TEHRAN, Iran — Senior Iranian lawmakers stepped up threats Monday that Islamic Republic warships could block the Persian Gulf's oil tanker traffic after the latest blow by Western leaders seeking to rein in Tehran's nuclear program: a punishing oil embargo by the European Union that sharply raises the economic stakes for Iran's defiance.
The EU decision in Brussels — following the U.S. lead to target Iran's critical oil exports — opened a new front against Iran's leadership.
Pressure is bearing down on the clerical regime from many directions, including intense U.S. lobbying to urge Asian powers to shun Iranian crude, a nose-diving national currency and a recent slaying in what Iran calls a clandestine campaign against its nuclear establishment.
In response, Iranian officials have turned to one of their most powerful cards: The narrow Strait of Hormuz at the mouth of the Gulf and the route for a fifth of the world's oil.
Iran has rattled world markets with repeated warnings it could block the hook-shaped waterway, which could spark a conflict in the Gulf.
Military experts have questioned whether Iran has the naval capabilities to attempt a blockade. But the U.S. and allies have already said they would take swift action against any Iranian moves to choke off the 30-mile wide strait — where the American aircraft carrier USS Abraham Lincoln, along with British and French warships, entered the Gulf on Sunday without incident.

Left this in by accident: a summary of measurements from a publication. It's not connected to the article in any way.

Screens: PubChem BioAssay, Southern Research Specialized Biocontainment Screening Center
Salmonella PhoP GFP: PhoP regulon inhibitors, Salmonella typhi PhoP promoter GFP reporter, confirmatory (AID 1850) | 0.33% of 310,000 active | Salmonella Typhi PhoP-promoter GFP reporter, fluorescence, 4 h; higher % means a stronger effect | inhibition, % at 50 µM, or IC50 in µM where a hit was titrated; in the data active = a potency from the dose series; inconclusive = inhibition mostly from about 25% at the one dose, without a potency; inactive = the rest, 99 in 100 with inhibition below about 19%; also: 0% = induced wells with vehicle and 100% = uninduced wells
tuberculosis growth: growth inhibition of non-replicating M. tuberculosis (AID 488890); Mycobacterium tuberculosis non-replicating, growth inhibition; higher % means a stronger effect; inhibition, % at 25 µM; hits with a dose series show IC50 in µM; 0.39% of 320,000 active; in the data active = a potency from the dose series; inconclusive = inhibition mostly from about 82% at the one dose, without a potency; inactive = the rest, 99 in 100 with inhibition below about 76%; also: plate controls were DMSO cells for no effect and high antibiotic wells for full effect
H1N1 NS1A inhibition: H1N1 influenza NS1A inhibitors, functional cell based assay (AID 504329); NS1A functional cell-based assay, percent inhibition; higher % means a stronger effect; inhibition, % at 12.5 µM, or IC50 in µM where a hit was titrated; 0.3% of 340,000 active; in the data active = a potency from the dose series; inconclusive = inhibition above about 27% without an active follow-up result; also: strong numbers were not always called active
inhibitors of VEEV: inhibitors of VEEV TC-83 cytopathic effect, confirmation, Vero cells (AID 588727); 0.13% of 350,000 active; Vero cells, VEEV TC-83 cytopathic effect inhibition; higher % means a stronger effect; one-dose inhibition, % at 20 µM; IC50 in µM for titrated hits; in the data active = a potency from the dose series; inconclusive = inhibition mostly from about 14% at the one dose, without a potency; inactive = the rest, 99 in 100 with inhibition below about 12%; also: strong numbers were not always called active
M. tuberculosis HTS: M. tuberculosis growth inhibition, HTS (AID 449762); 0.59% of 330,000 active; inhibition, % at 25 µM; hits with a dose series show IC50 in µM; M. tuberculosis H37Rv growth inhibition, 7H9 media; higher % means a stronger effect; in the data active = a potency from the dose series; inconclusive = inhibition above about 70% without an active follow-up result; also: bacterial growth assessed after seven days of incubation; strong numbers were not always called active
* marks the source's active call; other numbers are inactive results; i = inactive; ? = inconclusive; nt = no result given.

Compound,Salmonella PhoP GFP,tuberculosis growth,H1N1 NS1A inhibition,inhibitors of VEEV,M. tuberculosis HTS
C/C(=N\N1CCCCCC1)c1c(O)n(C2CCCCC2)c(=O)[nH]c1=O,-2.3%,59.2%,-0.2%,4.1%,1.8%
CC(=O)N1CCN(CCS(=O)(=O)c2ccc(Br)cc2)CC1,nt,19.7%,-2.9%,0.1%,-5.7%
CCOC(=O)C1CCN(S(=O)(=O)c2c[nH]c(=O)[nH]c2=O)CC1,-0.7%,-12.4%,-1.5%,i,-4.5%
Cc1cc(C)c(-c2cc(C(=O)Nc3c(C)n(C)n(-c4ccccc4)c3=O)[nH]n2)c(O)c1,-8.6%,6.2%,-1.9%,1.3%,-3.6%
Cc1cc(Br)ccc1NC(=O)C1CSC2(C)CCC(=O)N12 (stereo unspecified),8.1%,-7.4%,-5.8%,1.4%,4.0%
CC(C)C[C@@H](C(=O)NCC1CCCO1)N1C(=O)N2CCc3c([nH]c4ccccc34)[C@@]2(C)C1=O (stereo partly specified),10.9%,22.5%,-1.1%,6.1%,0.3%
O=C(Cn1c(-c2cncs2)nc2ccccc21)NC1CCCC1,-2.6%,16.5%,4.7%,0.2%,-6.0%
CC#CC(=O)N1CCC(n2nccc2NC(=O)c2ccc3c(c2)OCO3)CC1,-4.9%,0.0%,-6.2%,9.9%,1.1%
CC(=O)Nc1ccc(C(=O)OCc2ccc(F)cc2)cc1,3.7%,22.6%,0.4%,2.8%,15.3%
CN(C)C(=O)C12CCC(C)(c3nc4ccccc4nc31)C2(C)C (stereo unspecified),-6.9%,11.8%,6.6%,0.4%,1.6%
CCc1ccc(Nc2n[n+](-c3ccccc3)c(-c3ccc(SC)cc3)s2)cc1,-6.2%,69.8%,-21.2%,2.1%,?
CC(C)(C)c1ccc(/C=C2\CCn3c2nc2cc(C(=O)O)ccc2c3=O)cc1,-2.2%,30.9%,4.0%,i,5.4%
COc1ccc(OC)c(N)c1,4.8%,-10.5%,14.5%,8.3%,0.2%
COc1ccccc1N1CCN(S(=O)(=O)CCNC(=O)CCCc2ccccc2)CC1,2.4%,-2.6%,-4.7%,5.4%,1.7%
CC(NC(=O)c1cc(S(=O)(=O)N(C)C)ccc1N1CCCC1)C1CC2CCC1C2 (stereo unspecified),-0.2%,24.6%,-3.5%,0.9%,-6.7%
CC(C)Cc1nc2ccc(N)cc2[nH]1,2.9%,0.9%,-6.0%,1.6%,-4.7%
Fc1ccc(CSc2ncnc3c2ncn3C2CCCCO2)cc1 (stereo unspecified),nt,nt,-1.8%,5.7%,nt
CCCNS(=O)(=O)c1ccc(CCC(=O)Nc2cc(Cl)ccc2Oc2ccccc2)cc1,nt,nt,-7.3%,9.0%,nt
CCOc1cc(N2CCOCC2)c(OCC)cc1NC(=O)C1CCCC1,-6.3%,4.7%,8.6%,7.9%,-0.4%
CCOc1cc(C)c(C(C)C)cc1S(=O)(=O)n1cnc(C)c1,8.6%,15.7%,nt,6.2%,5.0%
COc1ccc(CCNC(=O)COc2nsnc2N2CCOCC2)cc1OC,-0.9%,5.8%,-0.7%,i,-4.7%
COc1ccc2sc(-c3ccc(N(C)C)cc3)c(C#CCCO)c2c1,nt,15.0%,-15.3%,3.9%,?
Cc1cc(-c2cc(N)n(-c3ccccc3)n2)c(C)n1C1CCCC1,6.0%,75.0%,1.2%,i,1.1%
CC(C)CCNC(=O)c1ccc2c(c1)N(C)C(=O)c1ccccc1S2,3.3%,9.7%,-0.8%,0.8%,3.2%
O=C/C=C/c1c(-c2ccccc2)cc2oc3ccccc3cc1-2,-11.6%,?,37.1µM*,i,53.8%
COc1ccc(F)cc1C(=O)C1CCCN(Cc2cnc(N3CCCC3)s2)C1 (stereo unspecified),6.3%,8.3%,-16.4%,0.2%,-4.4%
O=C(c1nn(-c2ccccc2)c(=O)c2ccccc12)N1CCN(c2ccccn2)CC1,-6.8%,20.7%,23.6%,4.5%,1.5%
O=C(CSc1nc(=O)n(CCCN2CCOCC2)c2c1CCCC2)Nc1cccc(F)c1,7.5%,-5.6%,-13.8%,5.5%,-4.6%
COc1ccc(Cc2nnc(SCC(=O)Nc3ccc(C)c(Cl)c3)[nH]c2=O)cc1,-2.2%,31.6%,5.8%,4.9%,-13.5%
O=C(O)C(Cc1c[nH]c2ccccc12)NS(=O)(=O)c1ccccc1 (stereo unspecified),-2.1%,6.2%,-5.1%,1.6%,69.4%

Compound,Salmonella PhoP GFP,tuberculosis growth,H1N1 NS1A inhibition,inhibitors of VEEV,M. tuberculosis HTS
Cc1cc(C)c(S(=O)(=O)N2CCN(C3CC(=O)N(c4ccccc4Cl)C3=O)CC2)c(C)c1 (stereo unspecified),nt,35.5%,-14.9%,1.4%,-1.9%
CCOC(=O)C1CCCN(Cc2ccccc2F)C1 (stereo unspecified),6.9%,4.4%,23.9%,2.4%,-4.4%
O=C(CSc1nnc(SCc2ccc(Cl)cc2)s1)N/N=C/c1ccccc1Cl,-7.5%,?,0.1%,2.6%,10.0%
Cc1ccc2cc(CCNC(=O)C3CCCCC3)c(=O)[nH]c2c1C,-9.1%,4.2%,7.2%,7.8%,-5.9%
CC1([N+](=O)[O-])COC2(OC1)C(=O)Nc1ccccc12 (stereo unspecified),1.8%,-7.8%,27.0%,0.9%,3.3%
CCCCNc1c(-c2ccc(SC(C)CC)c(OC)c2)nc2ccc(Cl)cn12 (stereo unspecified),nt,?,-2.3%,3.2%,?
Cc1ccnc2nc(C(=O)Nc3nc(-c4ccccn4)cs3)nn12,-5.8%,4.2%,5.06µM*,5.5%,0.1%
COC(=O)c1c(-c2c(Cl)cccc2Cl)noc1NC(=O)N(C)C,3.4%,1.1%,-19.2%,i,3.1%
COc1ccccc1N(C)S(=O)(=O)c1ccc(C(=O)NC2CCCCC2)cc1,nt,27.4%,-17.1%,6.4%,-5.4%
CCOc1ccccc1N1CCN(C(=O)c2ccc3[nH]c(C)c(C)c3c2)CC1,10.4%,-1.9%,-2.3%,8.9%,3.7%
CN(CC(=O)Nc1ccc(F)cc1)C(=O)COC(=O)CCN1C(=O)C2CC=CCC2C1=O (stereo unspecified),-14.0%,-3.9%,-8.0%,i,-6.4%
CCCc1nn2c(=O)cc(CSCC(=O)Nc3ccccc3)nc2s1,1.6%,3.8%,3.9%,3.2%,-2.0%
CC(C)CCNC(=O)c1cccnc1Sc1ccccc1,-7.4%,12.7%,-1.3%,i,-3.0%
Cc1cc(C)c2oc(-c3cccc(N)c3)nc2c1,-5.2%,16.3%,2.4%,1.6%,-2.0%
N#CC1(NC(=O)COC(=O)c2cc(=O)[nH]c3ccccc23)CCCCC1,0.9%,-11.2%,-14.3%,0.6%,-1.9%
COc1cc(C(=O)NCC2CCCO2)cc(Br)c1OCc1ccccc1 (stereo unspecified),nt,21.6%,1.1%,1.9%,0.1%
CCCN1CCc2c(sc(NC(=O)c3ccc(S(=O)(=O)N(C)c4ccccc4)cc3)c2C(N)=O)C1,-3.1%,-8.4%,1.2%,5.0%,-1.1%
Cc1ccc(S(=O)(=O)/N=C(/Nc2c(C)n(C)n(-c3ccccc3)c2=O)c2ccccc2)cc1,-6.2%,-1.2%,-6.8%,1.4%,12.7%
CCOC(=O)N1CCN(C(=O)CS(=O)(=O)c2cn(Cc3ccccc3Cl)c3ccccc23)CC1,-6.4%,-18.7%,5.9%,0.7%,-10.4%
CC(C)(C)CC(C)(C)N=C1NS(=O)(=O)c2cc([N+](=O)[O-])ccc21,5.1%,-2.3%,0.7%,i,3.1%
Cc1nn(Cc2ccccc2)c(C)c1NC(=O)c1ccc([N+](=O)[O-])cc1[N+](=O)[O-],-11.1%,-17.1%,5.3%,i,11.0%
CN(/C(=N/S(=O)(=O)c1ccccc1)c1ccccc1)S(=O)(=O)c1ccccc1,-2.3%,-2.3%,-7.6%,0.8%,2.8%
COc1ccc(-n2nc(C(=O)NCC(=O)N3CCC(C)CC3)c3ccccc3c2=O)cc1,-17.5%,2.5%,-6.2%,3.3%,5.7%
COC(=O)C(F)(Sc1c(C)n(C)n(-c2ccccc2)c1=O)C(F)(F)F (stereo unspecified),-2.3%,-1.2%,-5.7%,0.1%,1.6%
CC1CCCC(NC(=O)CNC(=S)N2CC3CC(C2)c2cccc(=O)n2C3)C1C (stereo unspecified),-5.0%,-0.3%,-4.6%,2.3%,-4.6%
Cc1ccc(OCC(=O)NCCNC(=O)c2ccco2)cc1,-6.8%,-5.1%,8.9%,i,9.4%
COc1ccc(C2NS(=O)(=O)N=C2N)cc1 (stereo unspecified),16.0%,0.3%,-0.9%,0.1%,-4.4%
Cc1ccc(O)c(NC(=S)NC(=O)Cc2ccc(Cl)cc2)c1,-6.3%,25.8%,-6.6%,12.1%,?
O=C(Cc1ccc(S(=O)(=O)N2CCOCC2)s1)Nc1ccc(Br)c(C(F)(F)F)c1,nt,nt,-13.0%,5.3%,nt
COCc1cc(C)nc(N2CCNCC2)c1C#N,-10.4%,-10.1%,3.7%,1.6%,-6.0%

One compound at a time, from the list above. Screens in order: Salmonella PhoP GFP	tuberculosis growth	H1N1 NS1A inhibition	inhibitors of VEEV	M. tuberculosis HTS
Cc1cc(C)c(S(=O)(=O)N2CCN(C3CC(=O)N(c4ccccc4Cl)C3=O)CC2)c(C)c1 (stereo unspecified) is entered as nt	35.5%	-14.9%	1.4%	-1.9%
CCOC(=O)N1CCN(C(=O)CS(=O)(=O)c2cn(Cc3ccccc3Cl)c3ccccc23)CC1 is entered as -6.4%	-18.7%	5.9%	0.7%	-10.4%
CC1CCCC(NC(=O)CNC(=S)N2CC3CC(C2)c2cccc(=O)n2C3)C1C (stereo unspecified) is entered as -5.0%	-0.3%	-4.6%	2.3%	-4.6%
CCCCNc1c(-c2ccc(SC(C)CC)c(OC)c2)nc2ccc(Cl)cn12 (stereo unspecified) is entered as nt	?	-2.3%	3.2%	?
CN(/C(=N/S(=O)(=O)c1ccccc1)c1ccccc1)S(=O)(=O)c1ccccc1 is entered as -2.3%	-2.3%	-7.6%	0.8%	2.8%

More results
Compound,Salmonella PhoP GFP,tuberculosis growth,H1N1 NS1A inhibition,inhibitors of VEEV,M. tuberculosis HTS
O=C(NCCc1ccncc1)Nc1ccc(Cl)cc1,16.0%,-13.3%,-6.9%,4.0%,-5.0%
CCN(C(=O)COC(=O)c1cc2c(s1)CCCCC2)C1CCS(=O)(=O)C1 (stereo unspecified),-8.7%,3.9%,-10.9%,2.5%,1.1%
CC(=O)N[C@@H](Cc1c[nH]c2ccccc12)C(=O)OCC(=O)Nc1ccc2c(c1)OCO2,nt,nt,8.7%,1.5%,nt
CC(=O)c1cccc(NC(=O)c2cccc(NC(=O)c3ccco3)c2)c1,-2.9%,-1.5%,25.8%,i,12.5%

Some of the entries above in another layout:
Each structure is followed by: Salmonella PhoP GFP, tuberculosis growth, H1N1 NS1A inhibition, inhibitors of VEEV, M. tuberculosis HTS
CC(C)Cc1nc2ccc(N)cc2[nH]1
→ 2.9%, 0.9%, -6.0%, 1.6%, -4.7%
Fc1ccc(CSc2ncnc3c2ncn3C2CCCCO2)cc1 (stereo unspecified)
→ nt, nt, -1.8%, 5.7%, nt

The British Ministry of Defense said the three nations sought to "underline the unwavering international commitment to maintaining rights of passage under international law."
Earlier this month, Gen. Martin Dempsey, chairman of the U.S. Joint Chiefs of Staff, told CBS' "Face the Nation" that Iranian forces could block shipping through the strait "for a period of time," but added "we can defeat that" and restore the flow of oil and other commerce. He did not offer details on a U.S. military response, but the Pentagon is believed to have contingency plans for such a scenario.
A member of Iran's influential national security committee in parliament, Mohammad Ismail Kowsari, said Monday that the strait "would definitely be closed if the sale of Iranian oil is violated in any way." He went on warn the U.S. against any "military adventurism."
World uniting to address Iran nuclear threat
WASHINGTON — President Barack Obama is praising the Iranian oil embargo imposed by European nations Monday, and says that the U.S. will keep applying new penalties as well.
The U.S. added new sanctions Monday on Bank Tejerat, which is Iran's third-largest bank. Although the U.S. does almost no business with Iranian financial institutions, U.S. sanctions help choke off Iran's access to the international banking system. Iran needs access to that system to get paid for its oil.
The U.S. claims Iran is preparing to build a bomb; Iran denies it.
— Associated Press